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Biomedical Engineering

Would you like to improve healthcare by developing and applying new technologies? To decrease the number of patients through preventive technology? Or to find safer solutions to treat patients?

To realize future health care, biomedical engineers that are trained on the crossroad of engineering and medical and biological sciences are required. As a student, you will be trained to work in multidisciplinary teams, to have a broad overview, to create innovative devices and to perform research that forms a basis for better and more sustainable healthcare (in terms of costs and manpower). You will be both researcher and designer, the best basis for an academic professional.

Real-life problems

You will study topics in the field of imaging techniques (like MRI, PET,CT), robot design, prosthetics and orthotics, implants and artificial organs, tissue engineering and biomaterials, as well as aspects of medical ethics. During the programme, you will work on real-life problems, such as designing artificial heart valves that last longer, studying the process of joint implant ingrowth by bone, automatic analysis of MRI images to check for abnormalities.

Different backgrounds

You will learn to communicate and collaborate with engineers, physicians, biologists and biochemists, all with different backgrounds. This is necessary for research and design of new diagnostic and therapeutic devices and techniques that are required in healthcare. In addition, you will also learn to focus on preventive devices and techniques to allow older citizens a healthy ageing; stay healthy as long as possible.

Please note: This programme starts in 2020-2021. However, the programme is not completely new: it exists already as a major in Life Science and Technology for many years and has experienced lecturers and an optimal programme.

Facts & Figures
Degree
BSc in Biomedical Engineering
Course type
Bachelor
Duration
36 months (180 ECTS)
Croho code
56226
Language of instruction
English
Start
September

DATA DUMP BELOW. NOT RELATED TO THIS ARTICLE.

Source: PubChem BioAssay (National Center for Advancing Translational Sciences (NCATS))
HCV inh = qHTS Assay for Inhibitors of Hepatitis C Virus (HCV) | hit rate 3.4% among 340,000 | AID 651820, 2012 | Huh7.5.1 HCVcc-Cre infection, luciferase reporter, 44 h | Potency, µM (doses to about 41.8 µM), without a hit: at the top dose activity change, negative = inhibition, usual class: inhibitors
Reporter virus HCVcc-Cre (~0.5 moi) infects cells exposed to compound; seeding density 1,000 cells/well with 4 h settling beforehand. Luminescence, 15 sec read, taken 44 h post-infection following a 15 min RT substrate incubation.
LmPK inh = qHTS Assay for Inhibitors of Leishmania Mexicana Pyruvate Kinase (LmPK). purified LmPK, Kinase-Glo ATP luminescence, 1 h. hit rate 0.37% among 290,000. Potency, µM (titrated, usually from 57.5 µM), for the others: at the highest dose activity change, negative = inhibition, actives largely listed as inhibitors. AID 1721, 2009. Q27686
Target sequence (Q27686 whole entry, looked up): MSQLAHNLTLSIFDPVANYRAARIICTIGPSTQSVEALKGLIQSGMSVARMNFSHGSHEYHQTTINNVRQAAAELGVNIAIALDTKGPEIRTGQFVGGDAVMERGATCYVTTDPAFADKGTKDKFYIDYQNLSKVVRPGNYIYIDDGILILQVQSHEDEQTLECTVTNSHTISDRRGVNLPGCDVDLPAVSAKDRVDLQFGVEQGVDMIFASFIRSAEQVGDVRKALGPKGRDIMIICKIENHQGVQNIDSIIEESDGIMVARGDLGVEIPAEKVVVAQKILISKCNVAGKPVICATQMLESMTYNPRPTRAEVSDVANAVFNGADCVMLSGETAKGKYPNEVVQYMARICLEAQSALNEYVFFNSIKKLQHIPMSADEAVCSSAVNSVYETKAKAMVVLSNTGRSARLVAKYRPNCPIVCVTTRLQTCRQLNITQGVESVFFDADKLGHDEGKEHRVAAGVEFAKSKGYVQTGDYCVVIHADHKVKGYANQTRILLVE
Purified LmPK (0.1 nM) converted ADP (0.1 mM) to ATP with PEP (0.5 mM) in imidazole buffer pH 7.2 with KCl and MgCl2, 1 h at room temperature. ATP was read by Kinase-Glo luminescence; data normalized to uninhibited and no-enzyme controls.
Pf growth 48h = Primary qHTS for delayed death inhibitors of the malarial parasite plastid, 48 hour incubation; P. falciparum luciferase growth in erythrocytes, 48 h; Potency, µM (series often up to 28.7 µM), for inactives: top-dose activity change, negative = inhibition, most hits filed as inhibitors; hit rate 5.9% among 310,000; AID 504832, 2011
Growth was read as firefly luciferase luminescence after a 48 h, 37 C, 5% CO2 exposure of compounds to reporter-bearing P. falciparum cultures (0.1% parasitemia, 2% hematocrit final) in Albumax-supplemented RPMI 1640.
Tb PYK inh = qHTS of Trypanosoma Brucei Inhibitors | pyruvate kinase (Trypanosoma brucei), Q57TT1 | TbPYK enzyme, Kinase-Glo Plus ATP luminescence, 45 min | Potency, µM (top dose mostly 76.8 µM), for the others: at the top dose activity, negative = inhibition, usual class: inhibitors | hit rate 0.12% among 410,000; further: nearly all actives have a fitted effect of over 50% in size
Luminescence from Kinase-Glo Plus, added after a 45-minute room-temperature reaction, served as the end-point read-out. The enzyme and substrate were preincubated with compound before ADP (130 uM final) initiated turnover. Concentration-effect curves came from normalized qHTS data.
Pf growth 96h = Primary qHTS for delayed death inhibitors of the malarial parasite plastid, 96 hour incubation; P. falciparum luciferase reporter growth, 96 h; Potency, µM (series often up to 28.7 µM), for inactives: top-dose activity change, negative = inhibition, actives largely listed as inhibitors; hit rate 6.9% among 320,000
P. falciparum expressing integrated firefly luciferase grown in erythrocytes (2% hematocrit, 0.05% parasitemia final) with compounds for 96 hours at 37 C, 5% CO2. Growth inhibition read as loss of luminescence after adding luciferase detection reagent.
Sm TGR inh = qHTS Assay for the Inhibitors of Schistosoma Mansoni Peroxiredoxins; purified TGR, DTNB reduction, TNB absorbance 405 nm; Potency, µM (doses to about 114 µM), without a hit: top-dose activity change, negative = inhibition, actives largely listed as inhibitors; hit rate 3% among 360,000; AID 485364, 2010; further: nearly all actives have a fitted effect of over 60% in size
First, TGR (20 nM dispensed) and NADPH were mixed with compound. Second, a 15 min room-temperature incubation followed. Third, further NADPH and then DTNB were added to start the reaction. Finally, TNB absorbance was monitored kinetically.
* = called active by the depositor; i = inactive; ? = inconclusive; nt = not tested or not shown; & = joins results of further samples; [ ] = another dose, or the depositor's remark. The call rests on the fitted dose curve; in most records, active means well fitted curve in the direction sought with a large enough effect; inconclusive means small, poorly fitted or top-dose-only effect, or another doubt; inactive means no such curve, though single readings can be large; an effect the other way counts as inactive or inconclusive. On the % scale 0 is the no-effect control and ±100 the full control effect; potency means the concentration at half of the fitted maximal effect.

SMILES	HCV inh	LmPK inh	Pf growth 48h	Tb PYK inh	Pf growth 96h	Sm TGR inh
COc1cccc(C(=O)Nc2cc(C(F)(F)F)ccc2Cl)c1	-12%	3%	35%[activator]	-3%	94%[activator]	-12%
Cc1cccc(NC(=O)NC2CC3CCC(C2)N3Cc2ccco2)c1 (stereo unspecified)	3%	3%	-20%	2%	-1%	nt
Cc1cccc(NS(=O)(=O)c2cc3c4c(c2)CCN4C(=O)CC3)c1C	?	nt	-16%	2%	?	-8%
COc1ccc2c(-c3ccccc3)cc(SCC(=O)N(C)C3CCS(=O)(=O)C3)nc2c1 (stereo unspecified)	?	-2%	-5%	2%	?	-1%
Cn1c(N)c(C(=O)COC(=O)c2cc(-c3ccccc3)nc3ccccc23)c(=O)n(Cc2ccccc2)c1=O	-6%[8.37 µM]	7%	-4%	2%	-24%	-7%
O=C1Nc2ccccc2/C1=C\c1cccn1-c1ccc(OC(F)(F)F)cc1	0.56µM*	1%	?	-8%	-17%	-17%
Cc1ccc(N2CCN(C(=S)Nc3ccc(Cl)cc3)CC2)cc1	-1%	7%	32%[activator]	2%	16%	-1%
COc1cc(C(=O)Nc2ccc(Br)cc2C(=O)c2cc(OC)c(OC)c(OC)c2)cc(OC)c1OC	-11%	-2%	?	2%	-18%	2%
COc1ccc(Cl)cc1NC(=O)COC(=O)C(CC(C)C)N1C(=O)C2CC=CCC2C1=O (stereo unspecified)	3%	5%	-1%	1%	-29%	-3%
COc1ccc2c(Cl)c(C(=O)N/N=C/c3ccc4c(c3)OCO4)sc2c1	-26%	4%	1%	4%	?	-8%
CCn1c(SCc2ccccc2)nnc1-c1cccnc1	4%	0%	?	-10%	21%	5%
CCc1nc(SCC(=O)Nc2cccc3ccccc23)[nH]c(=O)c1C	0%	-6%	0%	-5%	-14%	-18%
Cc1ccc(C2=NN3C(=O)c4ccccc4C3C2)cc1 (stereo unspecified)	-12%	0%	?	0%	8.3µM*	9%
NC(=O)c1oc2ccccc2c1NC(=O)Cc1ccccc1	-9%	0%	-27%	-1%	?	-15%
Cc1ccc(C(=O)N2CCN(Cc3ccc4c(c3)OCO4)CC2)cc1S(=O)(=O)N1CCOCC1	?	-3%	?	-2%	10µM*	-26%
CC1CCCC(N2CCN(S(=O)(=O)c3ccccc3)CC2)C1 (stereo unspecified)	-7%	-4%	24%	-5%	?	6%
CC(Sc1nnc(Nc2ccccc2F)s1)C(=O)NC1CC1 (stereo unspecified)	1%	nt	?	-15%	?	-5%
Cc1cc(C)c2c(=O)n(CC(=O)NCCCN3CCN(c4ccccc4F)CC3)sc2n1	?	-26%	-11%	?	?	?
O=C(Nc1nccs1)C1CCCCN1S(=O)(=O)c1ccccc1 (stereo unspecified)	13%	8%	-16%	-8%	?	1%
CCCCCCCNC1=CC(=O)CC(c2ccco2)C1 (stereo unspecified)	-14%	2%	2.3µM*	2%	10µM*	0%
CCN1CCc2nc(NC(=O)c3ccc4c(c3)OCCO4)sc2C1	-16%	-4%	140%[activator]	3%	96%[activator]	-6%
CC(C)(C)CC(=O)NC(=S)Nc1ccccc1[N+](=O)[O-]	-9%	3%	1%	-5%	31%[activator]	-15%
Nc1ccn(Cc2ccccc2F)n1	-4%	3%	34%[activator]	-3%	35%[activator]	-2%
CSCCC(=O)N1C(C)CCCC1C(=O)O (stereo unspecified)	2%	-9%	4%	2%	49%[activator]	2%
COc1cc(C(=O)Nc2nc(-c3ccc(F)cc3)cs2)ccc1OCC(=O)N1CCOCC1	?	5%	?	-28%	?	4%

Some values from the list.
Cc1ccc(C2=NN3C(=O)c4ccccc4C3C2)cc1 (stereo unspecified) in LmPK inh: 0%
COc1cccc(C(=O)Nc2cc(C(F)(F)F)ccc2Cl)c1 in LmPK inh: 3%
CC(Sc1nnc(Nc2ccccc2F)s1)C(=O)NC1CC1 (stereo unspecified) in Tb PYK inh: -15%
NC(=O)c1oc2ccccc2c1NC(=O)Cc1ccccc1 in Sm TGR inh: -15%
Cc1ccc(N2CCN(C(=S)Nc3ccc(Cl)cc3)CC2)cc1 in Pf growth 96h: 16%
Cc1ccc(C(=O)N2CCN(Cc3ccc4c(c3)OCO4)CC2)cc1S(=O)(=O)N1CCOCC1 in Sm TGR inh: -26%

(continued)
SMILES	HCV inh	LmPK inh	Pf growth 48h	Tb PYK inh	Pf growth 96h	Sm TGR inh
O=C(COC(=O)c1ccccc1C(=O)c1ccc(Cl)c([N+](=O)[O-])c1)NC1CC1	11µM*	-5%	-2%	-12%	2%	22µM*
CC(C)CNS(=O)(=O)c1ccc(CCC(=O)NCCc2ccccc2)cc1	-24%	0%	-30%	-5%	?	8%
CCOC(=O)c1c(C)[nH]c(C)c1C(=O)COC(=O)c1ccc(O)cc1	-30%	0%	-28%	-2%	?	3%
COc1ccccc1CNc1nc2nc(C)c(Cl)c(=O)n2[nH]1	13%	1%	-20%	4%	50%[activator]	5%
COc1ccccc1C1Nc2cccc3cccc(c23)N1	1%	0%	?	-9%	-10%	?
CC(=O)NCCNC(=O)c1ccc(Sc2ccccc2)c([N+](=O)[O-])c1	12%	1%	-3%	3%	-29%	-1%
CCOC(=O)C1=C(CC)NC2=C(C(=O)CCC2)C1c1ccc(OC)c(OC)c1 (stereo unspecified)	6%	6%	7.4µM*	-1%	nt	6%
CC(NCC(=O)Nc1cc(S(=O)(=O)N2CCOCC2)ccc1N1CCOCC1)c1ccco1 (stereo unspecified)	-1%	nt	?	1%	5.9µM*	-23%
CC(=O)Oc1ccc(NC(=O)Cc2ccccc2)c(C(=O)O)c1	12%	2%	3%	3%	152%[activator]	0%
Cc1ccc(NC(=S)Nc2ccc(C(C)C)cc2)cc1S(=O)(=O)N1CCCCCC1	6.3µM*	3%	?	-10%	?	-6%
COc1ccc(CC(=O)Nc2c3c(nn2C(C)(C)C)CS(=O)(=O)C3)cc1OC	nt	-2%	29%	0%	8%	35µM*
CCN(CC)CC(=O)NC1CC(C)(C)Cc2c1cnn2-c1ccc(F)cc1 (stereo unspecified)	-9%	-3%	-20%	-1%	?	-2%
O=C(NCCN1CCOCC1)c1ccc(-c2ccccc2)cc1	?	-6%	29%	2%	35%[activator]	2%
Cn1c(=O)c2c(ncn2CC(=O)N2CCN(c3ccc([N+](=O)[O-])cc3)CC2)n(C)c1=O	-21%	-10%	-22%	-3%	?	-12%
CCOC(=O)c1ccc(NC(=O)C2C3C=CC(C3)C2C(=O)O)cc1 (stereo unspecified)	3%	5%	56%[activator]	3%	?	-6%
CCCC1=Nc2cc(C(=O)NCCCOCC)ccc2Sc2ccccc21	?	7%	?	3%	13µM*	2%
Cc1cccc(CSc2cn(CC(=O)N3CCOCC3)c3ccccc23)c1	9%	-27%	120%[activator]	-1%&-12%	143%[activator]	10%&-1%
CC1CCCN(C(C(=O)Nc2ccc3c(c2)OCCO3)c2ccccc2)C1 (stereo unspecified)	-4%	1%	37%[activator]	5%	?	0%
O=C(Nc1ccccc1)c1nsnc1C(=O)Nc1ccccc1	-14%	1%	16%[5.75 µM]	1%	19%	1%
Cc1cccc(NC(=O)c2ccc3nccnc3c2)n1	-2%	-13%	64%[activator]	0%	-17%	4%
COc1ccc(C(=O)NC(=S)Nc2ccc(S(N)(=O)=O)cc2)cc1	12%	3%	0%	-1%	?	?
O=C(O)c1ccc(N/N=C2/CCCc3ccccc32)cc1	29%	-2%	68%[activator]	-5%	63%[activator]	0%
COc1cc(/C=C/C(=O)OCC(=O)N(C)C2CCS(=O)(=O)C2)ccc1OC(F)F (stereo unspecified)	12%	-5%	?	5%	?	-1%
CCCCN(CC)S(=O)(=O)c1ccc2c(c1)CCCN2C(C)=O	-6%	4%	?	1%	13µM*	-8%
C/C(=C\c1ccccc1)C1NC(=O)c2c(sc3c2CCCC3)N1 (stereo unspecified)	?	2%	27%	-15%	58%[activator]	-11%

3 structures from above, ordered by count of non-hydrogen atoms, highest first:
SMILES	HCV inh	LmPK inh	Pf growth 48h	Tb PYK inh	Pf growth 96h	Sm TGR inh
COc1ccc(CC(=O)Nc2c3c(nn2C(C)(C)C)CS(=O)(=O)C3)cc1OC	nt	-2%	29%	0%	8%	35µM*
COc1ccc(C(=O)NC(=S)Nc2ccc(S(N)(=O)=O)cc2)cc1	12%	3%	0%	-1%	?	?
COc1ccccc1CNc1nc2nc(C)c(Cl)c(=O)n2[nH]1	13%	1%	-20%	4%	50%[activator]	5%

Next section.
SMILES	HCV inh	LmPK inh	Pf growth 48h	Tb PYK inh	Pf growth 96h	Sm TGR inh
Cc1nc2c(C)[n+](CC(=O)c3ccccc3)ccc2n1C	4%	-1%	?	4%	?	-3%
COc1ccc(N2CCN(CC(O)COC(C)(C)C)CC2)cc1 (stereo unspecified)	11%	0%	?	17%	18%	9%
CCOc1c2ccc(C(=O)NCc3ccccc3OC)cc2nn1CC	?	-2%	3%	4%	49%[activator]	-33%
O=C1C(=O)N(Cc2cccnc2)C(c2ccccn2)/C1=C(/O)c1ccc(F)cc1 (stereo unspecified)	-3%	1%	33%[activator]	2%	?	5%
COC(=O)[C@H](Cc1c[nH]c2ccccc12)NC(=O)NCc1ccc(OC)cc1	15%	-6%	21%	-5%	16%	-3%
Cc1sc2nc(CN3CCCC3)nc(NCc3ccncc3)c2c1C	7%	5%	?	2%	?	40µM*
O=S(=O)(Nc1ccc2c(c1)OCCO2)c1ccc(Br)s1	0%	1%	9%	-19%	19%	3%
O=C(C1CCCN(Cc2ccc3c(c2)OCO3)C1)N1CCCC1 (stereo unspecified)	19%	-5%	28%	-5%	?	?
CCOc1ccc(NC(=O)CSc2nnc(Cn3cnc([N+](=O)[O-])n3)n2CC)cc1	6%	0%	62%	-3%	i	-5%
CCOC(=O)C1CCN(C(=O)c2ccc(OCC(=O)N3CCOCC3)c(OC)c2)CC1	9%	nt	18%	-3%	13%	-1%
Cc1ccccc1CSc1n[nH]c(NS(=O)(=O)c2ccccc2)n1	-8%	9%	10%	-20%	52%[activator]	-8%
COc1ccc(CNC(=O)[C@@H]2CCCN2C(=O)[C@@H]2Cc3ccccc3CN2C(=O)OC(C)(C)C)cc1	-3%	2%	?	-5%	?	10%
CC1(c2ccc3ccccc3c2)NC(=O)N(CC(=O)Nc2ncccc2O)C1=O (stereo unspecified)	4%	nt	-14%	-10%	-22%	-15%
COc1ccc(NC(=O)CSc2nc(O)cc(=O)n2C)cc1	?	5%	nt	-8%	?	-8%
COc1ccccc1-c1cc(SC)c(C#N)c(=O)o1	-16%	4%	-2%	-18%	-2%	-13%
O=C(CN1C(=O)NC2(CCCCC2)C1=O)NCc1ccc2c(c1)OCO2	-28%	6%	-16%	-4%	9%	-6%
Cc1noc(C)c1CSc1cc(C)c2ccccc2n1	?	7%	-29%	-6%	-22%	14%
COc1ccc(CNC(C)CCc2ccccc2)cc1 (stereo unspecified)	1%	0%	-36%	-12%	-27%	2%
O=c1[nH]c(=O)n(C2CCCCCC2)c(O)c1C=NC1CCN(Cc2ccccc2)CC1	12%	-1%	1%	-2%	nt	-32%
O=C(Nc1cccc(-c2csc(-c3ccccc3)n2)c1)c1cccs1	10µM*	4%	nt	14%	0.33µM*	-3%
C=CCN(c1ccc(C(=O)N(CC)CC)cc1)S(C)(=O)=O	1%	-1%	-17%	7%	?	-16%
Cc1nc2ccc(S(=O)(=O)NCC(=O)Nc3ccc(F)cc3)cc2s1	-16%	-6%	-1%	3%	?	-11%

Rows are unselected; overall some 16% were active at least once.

Faculty
Science and Engineering
Studie in Cijfers
Why study this programme in Groningen?
  • The programme offers a unique mix between engineering knowledge and medical applications, between research and design.
  • The University of Groningen is the only university in the Netherlands where Biomedical Engineering is organized in cooperation with a University Medical Center. Several courses are given at the UMCG by medical experts.
  • The MSc in Biomedical Engineering at the University of Groningen has been ranked as the best in its category nationally.' (Beste Studies Elsevier Weekblad, 2017, 2018)
Programme
Courses
Anatomy & Physiology
Biomaterials 1
Calculus
Cell Biology
Experimental Lab Physics
Mechanics
Methodical Design 1
Statistics

Curriculum

In the first year you learn basic knowledge and skills in Biology, Chemistry, Physics, Mathematics and Engineering Design. In the diagram above you see some courses you can expect.

In the second year you will be further trained as a Biomedical Engineer and will become acquainted with Imaging Techniques (MRI, CT), on Designing Medical Devices and on Biomaterials for Implants and Tissue Engineering. In the third year you start focusing on one of these three topics to gain more in-depth expertise; you will gain experience in research and in big data opportunities, and finally you will run a full project on your own.